So when I'm not busy mourning the imminent collapse of civilization or, more importantly, my sex life, I've still got the full range of normal activities to tend to. That's how I found myself trying hard to be angry on Tuesday evening. As you must know by now, a couple of weeks ago, I had a particularly nasty case of influenza, and so b&c had rescheduled our tickets to see The Seafarer at Studio Theater. He'd reminded me Tuesday morning that we still had the tickets, but the weather was awful (the schools were closed, and our street was a sheet of ice in the morning), and it hadn't occurred to me that he'd want to walk the three-quarters of a mile from the Metro to the theater in sub-freezing temperatures through slush and wintry mix. (I love the term "wintry mix," even though it sounds like it should be a snack food, rather than precipitation that can't make up its mind.) So I hadn't bothered to pack gloves or a hat or appropriate footwear, so when I came up the escalator and opened my tiny umbrella (which b&c had brought along for me), I started muttering to myself, "eight long blocks dodging ice and puddles in this weather: I am going to be very angry." And, you know, I don't get angry very often, so I figured I should take the opportunity.
Alas, it just didn't work out. We walked about two thirds of the way there and then we stopped at our usual pre-Studio Theater Thai place, and my hands had thawed by the time they'd brought me my tea, and the soup and the Panang Gai were both so good that I couldn't keep from feeling good. Still, I held out hope for later in the evening because, after all, we still had to get to the theater, and the play we were going to see was by Conor McPherson, and just a year or so earlier, we'd seen Shining City, also by Mr. McPherson, and it was one of those humorless, pointless, monologue-laden affairs that I Just Didn't Get. Indeed, I couldn't see why Studio would want to put its audience through the harsh tedium of another McPherson play, but I thought it might work to my benefit because, I knew from the earlier summaries that it was some variation or other on Faust, and I figured that in just a few, short hours, I'd be able to seethe, "I can't believe you dragged me out on a Tuesday night through miles of slush to listen to Conor McPherson's Satanic monologues."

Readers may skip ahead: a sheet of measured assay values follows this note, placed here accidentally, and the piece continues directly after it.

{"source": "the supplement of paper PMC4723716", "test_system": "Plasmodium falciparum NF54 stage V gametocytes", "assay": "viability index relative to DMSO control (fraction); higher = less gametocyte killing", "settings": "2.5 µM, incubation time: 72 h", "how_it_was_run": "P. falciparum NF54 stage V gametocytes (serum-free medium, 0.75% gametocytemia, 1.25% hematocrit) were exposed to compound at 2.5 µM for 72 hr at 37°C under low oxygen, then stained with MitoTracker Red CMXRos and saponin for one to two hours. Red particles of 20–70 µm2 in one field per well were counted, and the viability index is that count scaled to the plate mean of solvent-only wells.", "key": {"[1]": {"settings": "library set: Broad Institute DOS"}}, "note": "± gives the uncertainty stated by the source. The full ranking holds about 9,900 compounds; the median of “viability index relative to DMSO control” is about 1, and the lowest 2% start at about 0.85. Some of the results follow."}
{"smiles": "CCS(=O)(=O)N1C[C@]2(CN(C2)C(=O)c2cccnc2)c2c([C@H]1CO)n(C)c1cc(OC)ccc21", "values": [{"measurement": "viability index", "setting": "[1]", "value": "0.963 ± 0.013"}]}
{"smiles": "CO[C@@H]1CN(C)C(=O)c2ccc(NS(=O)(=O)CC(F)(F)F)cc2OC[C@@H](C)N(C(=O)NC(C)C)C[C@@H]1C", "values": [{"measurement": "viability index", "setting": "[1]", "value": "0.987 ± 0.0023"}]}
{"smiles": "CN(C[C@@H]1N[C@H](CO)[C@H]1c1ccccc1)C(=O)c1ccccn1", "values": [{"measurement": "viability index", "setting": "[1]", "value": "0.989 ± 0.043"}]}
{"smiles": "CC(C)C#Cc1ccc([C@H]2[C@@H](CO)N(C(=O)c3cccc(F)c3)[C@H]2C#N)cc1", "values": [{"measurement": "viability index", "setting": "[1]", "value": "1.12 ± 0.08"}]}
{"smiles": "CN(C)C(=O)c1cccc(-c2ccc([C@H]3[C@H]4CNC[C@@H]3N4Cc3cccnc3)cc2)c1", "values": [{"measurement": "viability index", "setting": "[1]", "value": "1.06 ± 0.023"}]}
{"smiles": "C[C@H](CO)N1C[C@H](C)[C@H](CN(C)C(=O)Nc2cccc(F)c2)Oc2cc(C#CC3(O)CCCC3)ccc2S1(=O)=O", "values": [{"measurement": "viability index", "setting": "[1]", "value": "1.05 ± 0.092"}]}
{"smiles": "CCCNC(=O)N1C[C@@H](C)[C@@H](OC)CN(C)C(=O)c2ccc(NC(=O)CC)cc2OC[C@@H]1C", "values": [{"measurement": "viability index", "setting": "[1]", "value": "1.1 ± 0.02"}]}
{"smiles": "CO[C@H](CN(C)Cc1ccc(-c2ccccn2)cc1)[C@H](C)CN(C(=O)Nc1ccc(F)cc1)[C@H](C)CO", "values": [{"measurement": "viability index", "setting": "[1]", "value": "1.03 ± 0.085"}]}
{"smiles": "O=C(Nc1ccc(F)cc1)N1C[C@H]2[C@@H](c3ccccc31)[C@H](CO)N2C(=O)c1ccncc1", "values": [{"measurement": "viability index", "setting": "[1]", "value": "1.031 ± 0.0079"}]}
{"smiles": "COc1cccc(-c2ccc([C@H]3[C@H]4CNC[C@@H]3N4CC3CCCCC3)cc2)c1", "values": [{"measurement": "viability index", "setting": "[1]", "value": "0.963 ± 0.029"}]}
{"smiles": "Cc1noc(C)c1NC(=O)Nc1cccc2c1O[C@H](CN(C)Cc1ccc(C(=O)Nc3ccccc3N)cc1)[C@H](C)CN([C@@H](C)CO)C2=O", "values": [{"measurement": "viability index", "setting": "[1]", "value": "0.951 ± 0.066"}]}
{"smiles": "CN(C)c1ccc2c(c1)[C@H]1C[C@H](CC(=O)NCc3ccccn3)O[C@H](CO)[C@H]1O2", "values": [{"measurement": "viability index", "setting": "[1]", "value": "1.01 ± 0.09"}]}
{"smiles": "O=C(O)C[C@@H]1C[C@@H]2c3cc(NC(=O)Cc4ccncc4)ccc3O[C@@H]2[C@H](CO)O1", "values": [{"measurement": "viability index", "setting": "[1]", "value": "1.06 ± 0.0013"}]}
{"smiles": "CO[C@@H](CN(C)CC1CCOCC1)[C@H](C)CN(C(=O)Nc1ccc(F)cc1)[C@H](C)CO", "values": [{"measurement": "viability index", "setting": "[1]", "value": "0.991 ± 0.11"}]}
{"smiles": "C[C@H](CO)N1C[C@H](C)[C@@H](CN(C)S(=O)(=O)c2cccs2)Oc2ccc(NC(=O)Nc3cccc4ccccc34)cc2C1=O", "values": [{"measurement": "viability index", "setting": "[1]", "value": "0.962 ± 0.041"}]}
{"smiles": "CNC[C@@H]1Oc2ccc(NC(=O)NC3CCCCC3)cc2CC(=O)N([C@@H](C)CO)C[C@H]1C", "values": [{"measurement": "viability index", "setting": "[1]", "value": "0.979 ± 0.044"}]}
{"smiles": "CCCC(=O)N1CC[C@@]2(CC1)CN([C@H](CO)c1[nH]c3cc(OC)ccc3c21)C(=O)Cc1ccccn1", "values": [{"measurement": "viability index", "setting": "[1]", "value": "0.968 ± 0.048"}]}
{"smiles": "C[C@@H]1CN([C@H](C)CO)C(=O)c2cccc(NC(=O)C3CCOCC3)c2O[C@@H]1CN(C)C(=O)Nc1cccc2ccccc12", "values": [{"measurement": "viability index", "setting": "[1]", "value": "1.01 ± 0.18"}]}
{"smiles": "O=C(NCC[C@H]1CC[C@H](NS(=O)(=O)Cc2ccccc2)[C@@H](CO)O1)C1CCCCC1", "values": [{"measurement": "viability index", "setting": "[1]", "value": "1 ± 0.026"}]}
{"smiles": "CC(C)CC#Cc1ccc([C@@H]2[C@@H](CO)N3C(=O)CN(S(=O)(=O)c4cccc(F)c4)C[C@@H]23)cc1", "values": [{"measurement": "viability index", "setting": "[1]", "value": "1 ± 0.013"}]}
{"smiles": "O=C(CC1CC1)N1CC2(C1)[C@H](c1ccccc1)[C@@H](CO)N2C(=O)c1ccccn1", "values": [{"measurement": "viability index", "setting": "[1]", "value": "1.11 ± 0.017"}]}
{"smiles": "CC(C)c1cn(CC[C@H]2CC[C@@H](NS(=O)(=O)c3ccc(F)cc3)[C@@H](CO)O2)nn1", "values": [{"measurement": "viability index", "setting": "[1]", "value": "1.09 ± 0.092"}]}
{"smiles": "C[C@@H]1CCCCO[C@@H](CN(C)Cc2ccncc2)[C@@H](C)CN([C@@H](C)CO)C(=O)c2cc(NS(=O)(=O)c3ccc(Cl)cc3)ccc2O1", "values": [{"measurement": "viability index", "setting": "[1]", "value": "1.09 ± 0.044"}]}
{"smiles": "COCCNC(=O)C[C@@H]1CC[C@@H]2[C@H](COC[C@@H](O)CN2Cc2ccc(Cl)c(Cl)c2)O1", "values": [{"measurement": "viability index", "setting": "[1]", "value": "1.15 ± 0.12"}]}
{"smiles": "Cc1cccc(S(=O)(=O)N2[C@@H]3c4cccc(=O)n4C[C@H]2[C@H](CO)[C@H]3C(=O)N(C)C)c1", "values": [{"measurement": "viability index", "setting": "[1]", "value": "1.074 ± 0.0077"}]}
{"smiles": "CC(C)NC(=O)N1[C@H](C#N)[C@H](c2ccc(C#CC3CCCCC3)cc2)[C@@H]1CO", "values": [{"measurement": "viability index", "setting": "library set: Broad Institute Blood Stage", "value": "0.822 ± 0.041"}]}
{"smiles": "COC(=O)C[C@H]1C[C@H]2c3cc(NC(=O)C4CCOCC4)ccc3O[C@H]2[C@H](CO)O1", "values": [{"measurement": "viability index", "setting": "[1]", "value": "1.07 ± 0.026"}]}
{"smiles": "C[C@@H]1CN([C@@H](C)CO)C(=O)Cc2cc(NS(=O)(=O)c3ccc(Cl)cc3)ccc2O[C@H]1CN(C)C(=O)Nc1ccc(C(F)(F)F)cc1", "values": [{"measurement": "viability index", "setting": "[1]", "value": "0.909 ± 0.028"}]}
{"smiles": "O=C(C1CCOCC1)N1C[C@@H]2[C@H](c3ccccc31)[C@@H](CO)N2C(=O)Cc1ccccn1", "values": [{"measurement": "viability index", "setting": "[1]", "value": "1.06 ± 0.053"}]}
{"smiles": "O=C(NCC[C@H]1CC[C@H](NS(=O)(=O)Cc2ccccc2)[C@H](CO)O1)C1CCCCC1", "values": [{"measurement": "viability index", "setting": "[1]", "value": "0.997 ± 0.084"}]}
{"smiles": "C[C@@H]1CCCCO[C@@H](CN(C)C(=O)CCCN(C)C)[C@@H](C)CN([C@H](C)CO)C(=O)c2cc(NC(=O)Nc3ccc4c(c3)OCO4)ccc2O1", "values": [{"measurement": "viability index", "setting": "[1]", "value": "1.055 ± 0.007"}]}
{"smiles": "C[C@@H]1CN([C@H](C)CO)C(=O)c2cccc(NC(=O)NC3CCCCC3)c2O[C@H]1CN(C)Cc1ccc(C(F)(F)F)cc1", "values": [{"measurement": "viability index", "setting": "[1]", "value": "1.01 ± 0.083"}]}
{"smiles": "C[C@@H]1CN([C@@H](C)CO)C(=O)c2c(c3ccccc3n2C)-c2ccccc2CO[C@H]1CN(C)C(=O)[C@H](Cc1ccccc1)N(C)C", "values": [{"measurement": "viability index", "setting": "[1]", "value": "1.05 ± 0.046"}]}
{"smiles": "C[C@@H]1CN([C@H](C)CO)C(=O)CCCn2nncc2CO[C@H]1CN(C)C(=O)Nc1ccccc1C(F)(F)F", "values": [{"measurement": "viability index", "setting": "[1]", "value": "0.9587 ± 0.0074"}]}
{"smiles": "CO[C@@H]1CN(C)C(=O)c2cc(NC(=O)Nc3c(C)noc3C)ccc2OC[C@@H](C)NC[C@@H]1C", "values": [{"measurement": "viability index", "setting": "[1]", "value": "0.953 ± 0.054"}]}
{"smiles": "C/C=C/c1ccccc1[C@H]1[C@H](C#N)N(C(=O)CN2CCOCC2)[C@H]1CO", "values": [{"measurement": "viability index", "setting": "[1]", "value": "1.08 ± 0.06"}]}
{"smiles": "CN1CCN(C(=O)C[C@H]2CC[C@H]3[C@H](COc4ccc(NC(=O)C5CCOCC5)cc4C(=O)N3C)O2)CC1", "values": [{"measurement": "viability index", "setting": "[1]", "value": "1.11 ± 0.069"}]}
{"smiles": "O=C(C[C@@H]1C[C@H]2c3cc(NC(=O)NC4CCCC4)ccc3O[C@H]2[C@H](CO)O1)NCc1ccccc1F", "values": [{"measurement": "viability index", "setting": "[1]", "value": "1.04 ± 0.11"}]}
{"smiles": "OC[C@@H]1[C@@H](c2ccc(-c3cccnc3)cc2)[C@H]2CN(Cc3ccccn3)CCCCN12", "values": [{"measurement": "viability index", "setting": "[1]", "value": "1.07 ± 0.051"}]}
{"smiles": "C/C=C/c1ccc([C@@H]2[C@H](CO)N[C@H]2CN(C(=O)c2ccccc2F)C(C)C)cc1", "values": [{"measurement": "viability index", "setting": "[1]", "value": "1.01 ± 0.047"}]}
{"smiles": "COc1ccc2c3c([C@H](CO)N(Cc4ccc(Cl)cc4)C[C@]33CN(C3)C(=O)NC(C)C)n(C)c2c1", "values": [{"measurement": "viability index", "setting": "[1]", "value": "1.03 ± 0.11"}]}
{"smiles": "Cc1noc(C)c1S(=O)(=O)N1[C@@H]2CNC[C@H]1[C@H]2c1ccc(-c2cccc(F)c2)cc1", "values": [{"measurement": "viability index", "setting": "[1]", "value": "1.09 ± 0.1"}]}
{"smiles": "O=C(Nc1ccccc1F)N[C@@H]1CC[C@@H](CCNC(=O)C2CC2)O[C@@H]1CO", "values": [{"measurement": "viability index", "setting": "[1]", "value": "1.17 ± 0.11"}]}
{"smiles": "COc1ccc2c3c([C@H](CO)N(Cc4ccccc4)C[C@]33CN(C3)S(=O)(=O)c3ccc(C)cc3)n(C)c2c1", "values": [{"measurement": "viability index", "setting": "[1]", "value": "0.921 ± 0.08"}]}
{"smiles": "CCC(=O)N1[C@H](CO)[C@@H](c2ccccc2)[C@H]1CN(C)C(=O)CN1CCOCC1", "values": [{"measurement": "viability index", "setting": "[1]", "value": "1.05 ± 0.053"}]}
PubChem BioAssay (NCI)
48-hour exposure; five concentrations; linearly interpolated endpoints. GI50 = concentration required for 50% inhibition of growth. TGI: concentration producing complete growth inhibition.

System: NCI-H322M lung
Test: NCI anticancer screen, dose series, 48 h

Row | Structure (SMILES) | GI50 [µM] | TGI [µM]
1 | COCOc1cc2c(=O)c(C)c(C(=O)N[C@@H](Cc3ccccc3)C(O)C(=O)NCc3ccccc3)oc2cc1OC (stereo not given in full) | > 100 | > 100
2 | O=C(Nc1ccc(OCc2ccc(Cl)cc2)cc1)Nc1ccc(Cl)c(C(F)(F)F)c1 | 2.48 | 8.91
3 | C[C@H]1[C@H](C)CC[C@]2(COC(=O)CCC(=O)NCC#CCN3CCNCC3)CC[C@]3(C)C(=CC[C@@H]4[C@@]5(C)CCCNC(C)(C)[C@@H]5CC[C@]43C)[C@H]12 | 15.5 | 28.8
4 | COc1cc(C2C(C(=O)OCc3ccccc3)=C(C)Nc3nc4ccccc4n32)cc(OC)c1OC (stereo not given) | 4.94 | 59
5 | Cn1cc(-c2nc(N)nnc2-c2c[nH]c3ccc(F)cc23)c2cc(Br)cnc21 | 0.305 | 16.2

Alas, that didn't work out, either. In fact, my very last potential bone of contention disappeared when, after the play was over, we walked all the way back to Dupont Circle (ok, it's only a little more than half a mile, but it was very cold), and a train pulled into the station just after we got to the platform, so I had no wait at all. I was counting on having to stand on the platform for a good ten or fifteen minutes while my ire reached escape velocity, but some nights you just can't catch a break.
Shockingly, The Seafarer, a drama about the redemptive power of five-card draw poker, (And, really, the Obama administration has arrived not a moment too soon. With Dubya finally banished back to Crawford, I hope that we have seen the beginning of the end of the hegemony of Texas Hold'em.) was neither humorless nor pointless, and while Lucifer had a few longer speeches, they were nothing like the stupefying monologues of Shining City. I think that the Washington Post is probably correct in saying that the director didn't make the most of the solid play and talented cast that he had to work with, but the play was usually funny, sometimes touching, and always absorbing.
Most of the play is driven by a (literal) contest for the soul of Sharky Harkin, and the scenes between Sharky and the devil are the sparest and most gripping. Philip Goodwin was convincing as the Prince of Darkness, but even during his most animated speeches, I couldn't take my eyes off Sharky. That's in part because Billy Meleady is a terrific actor, but mostly it's because I spent the entire evening wanting to shag Sharky. Because Billy Meleady is also terrifically hot. Fifty-something, long, lean, and grizzled, he made me think, repeatedly, that what Sharky really needed to do was emigrate from Ireland to my bedroom. To quit the women and the booze and come up and see me sometime. I elected not to rise from my seat and shout, "Ditch the bitch and make the switch, Sharky!" but only out of an excess of politeness.
Anyway, despite the late night and the weather, it turned out to be a pretty good evening, so I wasn't able to nurture my bad mood, but tax season is starting, so I reckon I'll find another opportunity. I'll have to hustle before it's too late, though: the Washington National Opera hiked its ticket prices for next year, so b&c is not subscribing, so right there that's five lost chances to feel art-inflicted pain. Civilization may be on the verge of collapse, but at least I have been delivered from Wagner.